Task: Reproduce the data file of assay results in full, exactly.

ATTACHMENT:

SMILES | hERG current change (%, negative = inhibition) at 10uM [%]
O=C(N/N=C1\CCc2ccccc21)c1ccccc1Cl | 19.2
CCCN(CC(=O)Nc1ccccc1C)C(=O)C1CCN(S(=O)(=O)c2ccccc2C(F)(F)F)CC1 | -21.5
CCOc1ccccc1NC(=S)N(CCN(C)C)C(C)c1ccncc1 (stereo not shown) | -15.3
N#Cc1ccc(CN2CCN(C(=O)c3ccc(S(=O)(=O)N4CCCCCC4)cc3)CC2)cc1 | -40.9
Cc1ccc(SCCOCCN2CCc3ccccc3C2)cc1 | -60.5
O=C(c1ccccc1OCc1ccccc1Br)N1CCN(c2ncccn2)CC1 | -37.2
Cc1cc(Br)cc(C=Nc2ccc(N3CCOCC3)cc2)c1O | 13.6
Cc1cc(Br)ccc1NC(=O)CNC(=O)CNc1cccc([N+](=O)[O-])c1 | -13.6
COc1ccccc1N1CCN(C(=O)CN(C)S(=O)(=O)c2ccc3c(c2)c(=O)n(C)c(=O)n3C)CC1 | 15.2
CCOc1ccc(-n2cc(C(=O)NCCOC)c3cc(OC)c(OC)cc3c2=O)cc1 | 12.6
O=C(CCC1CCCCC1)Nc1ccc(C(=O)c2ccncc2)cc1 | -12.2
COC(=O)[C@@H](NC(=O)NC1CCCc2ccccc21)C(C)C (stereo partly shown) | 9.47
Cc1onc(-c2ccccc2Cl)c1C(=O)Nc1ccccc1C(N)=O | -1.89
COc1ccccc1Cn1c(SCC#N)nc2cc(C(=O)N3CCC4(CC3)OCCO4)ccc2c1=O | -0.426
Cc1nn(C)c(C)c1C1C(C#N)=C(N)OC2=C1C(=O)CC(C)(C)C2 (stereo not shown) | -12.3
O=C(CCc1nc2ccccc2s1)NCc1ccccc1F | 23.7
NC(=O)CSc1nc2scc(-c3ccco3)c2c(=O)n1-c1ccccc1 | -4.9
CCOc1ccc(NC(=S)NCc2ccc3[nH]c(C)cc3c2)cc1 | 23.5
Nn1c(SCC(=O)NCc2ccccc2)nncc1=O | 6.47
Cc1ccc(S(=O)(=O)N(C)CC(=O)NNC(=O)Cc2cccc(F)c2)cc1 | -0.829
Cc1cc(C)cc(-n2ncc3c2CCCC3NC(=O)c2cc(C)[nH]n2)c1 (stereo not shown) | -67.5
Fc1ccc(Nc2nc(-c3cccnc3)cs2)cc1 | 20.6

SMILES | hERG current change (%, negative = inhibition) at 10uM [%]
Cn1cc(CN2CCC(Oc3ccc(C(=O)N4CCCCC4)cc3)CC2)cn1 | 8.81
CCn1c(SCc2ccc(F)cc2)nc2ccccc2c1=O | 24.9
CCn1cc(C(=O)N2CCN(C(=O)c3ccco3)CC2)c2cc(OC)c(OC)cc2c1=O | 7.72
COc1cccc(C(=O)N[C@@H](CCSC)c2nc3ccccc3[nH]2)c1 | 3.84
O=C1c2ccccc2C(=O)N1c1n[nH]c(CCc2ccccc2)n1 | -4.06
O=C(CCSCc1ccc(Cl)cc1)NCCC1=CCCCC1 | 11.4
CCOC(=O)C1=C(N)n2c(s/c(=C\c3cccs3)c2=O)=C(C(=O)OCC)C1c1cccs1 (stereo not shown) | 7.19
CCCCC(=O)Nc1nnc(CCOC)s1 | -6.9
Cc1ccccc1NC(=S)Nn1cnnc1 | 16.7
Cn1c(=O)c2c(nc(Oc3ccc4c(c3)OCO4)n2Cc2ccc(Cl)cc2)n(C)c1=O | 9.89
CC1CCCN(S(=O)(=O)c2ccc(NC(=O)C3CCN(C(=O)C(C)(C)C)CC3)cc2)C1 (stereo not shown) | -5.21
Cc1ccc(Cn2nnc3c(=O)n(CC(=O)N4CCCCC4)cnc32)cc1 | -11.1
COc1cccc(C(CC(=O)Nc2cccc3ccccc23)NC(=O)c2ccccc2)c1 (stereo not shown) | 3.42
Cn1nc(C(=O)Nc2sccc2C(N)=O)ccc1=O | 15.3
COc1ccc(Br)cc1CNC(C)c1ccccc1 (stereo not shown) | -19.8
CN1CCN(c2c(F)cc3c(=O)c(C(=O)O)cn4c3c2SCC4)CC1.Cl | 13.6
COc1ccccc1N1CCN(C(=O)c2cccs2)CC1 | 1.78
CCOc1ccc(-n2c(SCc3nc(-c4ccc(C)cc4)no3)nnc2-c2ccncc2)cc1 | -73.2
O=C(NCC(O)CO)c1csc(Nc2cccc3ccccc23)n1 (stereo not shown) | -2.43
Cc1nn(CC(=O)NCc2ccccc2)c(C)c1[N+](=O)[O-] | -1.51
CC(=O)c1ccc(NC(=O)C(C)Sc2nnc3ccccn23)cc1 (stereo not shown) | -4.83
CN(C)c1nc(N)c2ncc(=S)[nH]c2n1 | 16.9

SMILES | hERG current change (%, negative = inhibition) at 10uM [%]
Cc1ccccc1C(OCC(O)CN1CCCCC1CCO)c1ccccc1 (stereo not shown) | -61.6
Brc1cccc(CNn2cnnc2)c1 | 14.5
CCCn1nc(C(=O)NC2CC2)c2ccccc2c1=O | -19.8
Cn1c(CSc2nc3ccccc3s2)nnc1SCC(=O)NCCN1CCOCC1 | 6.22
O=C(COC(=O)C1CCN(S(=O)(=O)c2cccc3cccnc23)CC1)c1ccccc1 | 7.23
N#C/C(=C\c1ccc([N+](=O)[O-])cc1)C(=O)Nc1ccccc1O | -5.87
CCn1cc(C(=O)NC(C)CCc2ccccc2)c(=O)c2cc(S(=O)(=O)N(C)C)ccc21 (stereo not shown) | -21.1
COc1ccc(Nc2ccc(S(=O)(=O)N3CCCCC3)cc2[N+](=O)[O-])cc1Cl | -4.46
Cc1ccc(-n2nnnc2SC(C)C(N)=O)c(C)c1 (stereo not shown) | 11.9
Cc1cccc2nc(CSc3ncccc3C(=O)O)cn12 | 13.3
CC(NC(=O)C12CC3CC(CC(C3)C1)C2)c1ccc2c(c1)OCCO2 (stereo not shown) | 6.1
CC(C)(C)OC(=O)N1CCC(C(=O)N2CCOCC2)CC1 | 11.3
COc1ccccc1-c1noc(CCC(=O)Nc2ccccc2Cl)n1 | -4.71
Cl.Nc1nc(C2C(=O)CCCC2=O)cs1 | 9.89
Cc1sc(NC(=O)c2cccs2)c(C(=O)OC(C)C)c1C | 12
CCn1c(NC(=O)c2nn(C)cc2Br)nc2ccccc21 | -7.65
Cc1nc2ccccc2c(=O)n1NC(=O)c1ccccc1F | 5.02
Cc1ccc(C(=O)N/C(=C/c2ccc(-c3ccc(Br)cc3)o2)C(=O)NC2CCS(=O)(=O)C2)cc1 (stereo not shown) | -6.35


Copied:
SMILES | hERG current change (%, negative = inhibition) at 10uM [%]
O=C(N/N=C1\CCc2ccccc21)c1ccccc1Cl | 19.2
CCCN(CC(=O)Nc1ccccc1C)C(=O)C1CCN(S(=O)(=O)c2ccccc2C(F)(F)F)CC1 | -21.5
CCOc1ccccc1NC(=S)N(CCN(C)C)C(C)c1ccncc1 (stereo not shown) | -15.3
N#Cc1ccc(CN2CCN(C(=O)c3ccc(S(=O)(=O)N4CCCCCC4)cc3)CC2)cc1 | -40.9
Cc1ccc(SCCOCCN2CCc3ccccc3C2)cc1 | -60.5
O=C(c1ccccc1OCc1ccccc1Br)N1CCN(c2ncccn2)CC1 | -37.2
Cc1cc(Br)cc(C=Nc2ccc(N3CCOCC3)cc2)c1O | 13.6
Cc1cc(Br)ccc1NC(=O)CNC(=O)CNc1cccc([N+](=O)[O-])c1 | -13.6
COc1ccccc1N1CCN(C(=O)CN(C)S(=O)(=O)c2ccc3c(c2)c(=O)n(C)c(=O)n3C)CC1 | 15.2
CCOc1ccc(-n2cc(C(=O)NCCOC)c3cc(OC)c(OC)cc3c2=O)cc1 | 12.6
O=C(CCC1CCCCC1)Nc1ccc(C(=O)c2ccncc2)cc1 | -12.2
COC(=O)[C@@H](NC(=O)NC1CCCc2ccccc21)C(C)C (stereo partly shown) | 9.47
Cc1onc(-c2ccccc2Cl)c1C(=O)Nc1ccccc1C(N)=O | -1.89
COc1ccccc1Cn1c(SCC#N)nc2cc(C(=O)N3CCC4(CC3)OCCO4)ccc2c1=O | -0.426
Cc1nn(C)c(C)c1C1C(C#N)=C(N)OC2=C1C(=O)CC(C)(C)C2 (stereo not shown) | -12.3
O=C(CCc1nc2ccccc2s1)NCc1ccccc1F | 23.7
NC(=O)CSc1nc2scc(-c3ccco3)c2c(=O)n1-c1ccccc1 | -4.9
CCOc1ccc(NC(=S)NCc2ccc3[nH]c(C)cc3c2)cc1 | 23.5
Nn1c(SCC(=O)NCc2ccccc2)nncc1=O | 6.47
Cc1ccc(S(=O)(=O)N(C)CC(=O)NNC(=O)Cc2cccc(F)c2)cc1 | -0.829
Cc1cc(C)cc(-n2ncc3c2CCCC3NC(=O)c2cc(C)[nH]n2)c1 (stereo not shown) | -67.5
Fc1ccc(Nc2nc(-c3cccnc3)cs2)cc1 | 20.6

SMILES | hERG current change (%, negative = inhibition) at 10uM [%]
Cn1cc(CN2CCC(Oc3ccc(C(=O)N4CCCCC4)cc3)CC2)cn1 | 8.81
CCn1c(SCc2ccc(F)cc2)nc2ccccc2c1=O | 24.9
CCn1cc(C(=O)N2CCN(C(=O)c3ccco3)CC2)c2cc(OC)c(OC)cc2c1=O | 7.72
COc1cccc(C(=O)N[C@@H](CCSC)c2nc3ccccc3[nH]2)c1 | 3.84
O=C1c2ccccc2C(=O)N1c1n[nH]c(CCc2ccccc2)n1 | -4.06
O=C(CCSCc1ccc(Cl)cc1)NCCC1=CCCCC1 | 11.4
CCOC(=O)C1=C(N)n2c(s/c(=C\c3cccs3)c2=O)=C(C(=O)OCC)C1c1cccs1 (stereo not shown) | 7.19
CCCCC(=O)Nc1nnc(CCOC)s1 | -6.9
Cc1ccccc1NC(=S)Nn1cnnc1 | 16.7
Cn1c(=O)c2c(nc(Oc3ccc4c(c3)OCO4)n2Cc2ccc(Cl)cc2)n(C)c1=O | 9.89
CC1CCCN(S(=O)(=O)c2ccc(NC(=O)C3CCN(C(=O)C(C)(C)C)CC3)cc2)C1 (stereo not shown) | -5.21
Cc1ccc(Cn2nnc3c(=O)n(CC(=O)N4CCCCC4)cnc32)cc1 | -11.1
COc1cccc(C(CC(=O)Nc2cccc3ccccc23)NC(=O)c2ccccc2)c1 (stereo not shown) | 3.42
Cn1nc(C(=O)Nc2sccc2C(N)=O)ccc1=O | 15.3
COc1ccc(Br)cc1CNC(C)c1ccccc1 (stereo not shown) | -19.8
CN1CCN(c2c(F)cc3c(=O)c(C(=O)O)cn4c3c2SCC4)CC1.Cl | 13.6
COc1ccccc1N1CCN(C(=O)c2cccs2)CC1 | 1.78
CCOc1ccc(-n2c(SCc3nc(-c4ccc(C)cc4)no3)nnc2-c2ccncc2)cc1 | -73.2
O=C(NCC(O)CO)c1csc(Nc2cccc3ccccc23)n1 (stereo not shown) | -2.43
Cc1nn(CC(=O)NCc2ccccc2)c(C)c1[N+](=O)[O-] | -1.51
CC(=O)c1ccc(NC(=O)C(C)Sc2nnc3ccccn23)cc1 (stereo not shown) | -4.83
CN(C)c1nc(N)c2ncc(=S)[nH]c2n1 | 16.9

SMILES | hERG current change (%, negative = inhibition) at 10uM [%]
Cc1ccccc1C(OCC(O)CN1CCCCC1CCO)c1ccccc1 (stereo not shown) | -61.6
Brc1cccc(CNn2cnnc2)c1 | 14.5
CCCn1nc(C(=O)NC2CC2)c2ccccc2c1=O | -19.8
Cn1c(CSc2nc3ccccc3s2)nnc1SCC(=O)NCCN1CCOCC1 | 6.22
O=C(COC(=O)C1CCN(S(=O)(=O)c2cccc3cccnc23)CC1)c1ccccc1 | 7.23
N#C/C(=C\c1ccc([N+](=O)[O-])cc1)C(=O)Nc1ccccc1O | -5.87
CCn1cc(C(=O)NC(C)CCc2ccccc2)c(=O)c2cc(S(=O)(=O)N(C)C)ccc21 (stereo not shown) | -21.1
COc1ccc(Nc2ccc(S(=O)(=O)N3CCCCC3)cc2[N+](=O)[O-])cc1Cl | -4.46
Cc1ccc(-n2nnnc2SC(C)C(N)=O)c(C)c1 (stereo not shown) | 11.9
Cc1cccc2nc(CSc3ncccc3C(=O)O)cn12 | 13.3
CC(NC(=O)C12CC3CC(CC(C3)C1)C2)c1ccc2c(c1)OCCO2 (stereo not shown) | 6.1
CC(C)(C)OC(=O)N1CCC(C(=O)N2CCOCC2)CC1 | 11.3
COc1ccccc1-c1noc(CCC(=O)Nc2ccccc2Cl)n1 | -4.71
Cl.Nc1nc(C2C(=O)CCCC2=O)cs1 | 9.89
Cc1sc(NC(=O)c2cccs2)c(C(=O)OC(C)C)c1C | 12
CCn1c(NC(=O)c2nn(C)cc2Br)nc2ccccc21 | -7.65
Cc1nc2ccccc2c(=O)n1NC(=O)c1ccccc1F | 5.02
Cc1ccc(C(=O)N/C(=C/c2ccc(-c3ccc(Br)cc3)o2)C(=O)NC2CCS(=O)(=O)C2)cc1 (stereo not shown) | -6.35